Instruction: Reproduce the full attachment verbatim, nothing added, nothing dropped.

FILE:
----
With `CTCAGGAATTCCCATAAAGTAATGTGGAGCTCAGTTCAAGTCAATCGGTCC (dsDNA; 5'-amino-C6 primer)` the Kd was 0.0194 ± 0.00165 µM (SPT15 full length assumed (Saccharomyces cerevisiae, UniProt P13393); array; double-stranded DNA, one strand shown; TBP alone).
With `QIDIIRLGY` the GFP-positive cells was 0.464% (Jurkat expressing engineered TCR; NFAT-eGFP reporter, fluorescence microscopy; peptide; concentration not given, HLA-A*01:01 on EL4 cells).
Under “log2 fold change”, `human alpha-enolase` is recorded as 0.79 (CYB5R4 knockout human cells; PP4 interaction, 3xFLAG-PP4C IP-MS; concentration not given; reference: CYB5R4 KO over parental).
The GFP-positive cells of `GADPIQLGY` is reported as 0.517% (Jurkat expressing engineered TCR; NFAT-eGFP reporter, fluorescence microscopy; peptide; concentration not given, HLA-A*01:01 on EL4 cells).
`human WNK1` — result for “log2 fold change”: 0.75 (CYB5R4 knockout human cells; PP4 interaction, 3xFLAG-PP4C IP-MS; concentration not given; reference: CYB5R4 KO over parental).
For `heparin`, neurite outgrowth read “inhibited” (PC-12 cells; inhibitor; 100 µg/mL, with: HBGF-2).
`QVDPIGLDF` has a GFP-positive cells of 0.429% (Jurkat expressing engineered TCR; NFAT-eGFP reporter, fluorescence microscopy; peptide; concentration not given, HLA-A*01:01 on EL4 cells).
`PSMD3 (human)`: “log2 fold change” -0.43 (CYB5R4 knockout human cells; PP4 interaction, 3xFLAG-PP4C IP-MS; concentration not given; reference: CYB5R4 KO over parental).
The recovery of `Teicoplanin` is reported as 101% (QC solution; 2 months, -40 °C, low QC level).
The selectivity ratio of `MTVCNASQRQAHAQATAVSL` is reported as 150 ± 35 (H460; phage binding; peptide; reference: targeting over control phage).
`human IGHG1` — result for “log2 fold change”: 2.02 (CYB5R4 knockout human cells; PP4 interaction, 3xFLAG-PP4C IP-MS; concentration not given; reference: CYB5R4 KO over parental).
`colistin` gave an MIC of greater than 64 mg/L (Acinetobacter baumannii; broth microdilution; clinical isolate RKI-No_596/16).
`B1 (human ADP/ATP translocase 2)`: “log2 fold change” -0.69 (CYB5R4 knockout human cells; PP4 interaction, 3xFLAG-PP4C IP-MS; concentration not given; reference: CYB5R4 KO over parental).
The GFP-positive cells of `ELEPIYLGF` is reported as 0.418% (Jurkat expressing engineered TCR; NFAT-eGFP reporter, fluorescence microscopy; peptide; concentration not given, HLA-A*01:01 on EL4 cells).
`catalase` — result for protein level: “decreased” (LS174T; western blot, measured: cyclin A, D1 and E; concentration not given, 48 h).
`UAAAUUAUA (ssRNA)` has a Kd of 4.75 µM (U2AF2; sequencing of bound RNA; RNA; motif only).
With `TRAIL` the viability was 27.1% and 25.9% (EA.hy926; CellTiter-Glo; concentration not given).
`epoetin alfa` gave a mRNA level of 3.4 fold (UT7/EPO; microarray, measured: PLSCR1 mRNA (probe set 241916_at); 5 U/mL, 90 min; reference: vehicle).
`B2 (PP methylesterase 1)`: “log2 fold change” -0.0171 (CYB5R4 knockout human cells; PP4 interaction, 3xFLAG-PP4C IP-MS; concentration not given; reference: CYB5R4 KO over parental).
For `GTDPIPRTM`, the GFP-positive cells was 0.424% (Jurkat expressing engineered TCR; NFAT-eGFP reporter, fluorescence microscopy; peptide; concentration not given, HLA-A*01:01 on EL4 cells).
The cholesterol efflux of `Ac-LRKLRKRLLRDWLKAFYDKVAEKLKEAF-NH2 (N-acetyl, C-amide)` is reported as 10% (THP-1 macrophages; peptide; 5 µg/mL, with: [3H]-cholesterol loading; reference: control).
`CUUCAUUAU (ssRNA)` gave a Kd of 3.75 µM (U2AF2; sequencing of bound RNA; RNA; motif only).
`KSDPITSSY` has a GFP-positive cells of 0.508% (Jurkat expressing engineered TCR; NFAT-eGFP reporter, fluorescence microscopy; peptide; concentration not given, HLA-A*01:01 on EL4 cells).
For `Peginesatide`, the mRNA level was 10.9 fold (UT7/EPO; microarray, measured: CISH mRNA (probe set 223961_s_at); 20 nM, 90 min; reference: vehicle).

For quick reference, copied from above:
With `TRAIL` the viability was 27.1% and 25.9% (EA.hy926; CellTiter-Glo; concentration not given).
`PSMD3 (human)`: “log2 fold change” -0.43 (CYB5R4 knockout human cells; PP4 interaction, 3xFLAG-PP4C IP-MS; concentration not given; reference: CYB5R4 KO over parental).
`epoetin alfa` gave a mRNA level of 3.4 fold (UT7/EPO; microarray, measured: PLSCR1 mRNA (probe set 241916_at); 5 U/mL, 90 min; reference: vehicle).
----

With `CTCAGGAATTCCCATAAAGTAATGTGGAGCTCAGTTCAAGTCAATCGGTCC (dsDNA; 5'-amino-C6 primer)` the Kd was 0.0194 ± 0.00165 µM (SPT15 full length assumed (Saccharomyces cerevisiae, UniProt P13393); array; double-stranded DNA, one strand shown; TBP alone).
With `QIDIIRLGY` the GFP-positive cells was 0.464% (Jurkat expressing engineered TCR; NFAT-eGFP reporter, fluorescence microscopy; peptide; concentration not given, HLA-A*01:01 on EL4 cells).
Under “log2 fold change”, `human alpha-enolase` is recorded as 0.79 (CYB5R4 knockout human cells; PP4 interaction, 3xFLAG-PP4C IP-MS; concentration not given; reference: CYB5R4 KO over parental).
The GFP-positive cells of `GADPIQLGY` is reported as 0.517% (Jurkat expressing engineered TCR; NFAT-eGFP reporter, fluorescence microscopy; peptide; concentration not given, HLA-A*01:01 on EL4 cells).
`human WNK1` — result for “log2 fold change”: 0.75 (CYB5R4 knockout human cells; PP4 interaction, 3xFLAG-PP4C IP-MS; concentration not given; reference: CYB5R4 KO over parental).
For `heparin`, neurite outgrowth read “inhibited” (PC-12 cells; inhibitor; 100 µg/mL, with: HBGF-2).
`QVDPIGLDF` has a GFP-positive cells of 0.429% (Jurkat expressing engineered TCR; NFAT-eGFP reporter, fluorescence microscopy; peptide; concentration not given, HLA-A*01:01 on EL4 cells).
`PSMD3 (human)`: “log2 fold change” -0.43 (CYB5R4 knockout human cells; PP4 interaction, 3xFLAG-PP4C IP-MS; concentration not given; reference: CYB5R4 KO over parental).
The recovery of `Teicoplanin` is reported as 101% (QC solution; 2 months, -40 °C, low QC level).
The selectivity ratio of `MTVCNASQRQAHAQATAVSL` is reported as 150 ± 35 (H460; phage binding; peptide; reference: targeting over control phage).
`human IGHG1` — result for “log2 fold change”: 2.02 (CYB5R4 knockout human cells; PP4 interaction, 3xFLAG-PP4C IP-MS; concentration not given; reference: CYB5R4 KO over parental).
`colistin` gave an MIC of greater than 64 mg/L (Acinetobacter baumannii; broth microdilution; clinical isolate RKI-No_596/16).
`B1 (human ADP/ATP translocase 2)`: “log2 fold change” -0.69 (CYB5R4 knockout human cells; PP4 interaction, 3xFLAG-PP4C IP-MS; concentration not given; reference: CYB5R4 KO over parental).
The GFP-positive cells of `ELEPIYLGF` is reported as 0.418% (Jurkat expressing engineered TCR; NFAT-eGFP reporter, fluorescence microscopy; peptide; concentration not given, HLA-A*01:01 on EL4 cells).
`catalase` — result for protein level: “decreased” (LS174T; western blot, measured: cyclin A, D1 and E; concentration not given, 48 h).
`UAAAUUAUA (ssRNA)` has a Kd of 4.75 µM (U2AF2; sequencing of bound RNA; RNA; motif only).
With `TRAIL` the viability was 27.1% and 25.9% (EA.hy926; CellTiter-Glo; concentration not given).
`epoetin alfa` gave a mRNA level of 3.4 fold (UT7/EPO; microarray, measured: PLSCR1 mRNA (probe set 241916_at); 5 U/mL, 90 min; reference: vehicle).
`B2 (PP methylesterase 1)`: “log2 fold change” -0.0171 (CYB5R4 knockout human cells; PP4 interaction, 3xFLAG-PP4C IP-MS; concentration not given; reference: CYB5R4 KO over parental).
For `GTDPIPRTM`, the GFP-positive cells was 0.424% (Jurkat expressing engineered TCR; NFAT-eGFP reporter, fluorescence microscopy; peptide; concentration not given, HLA-A*01:01 on EL4 cells).
The cholesterol efflux of `Ac-LRKLRKRLLRDWLKAFYDKVAEKLKEAF-NH2 (N-acetyl, C-amide)` is reported as 10% (THP-1 macrophages; peptide; 5 µg/mL, with: [3H]-cholesterol loading; reference: control).
`CUUCAUUAU (ssRNA)` gave a Kd of 3.75 µM (U2AF2; sequencing of bound RNA; RNA; motif only).
`KSDPITSSY` has a GFP-positive cells of 0.508% (Jurkat expressing engineered TCR; NFAT-eGFP reporter, fluorescence microscopy; peptide; concentration not given, HLA-A*01:01 on EL4 cells).
For `Peginesatide`, the mRNA level was 10.9 fold (UT7/EPO; microarray, measured: CISH mRNA (probe set 223961_s_at); 20 nM, 90 min; reference: vehicle).

For quick reference, copied from above:
With `TRAIL` the viability was 27.1% and 25.9% (EA.hy926; CellTiter-Glo; concentration not given).
`PSMD3 (human)`: “log2 fold change” -0.43 (CYB5R4 knockout human cells; PP4 interaction, 3xFLAG-PP4C IP-MS; concentration not given; reference: CYB5R4 KO over parental).
`epoetin alfa` gave a mRNA level of 3.4 fold (UT7/EPO; microarray, measured: PLSCR1 mRNA (probe set 241916_at); 5 U/mL, 90 min; reference: vehicle).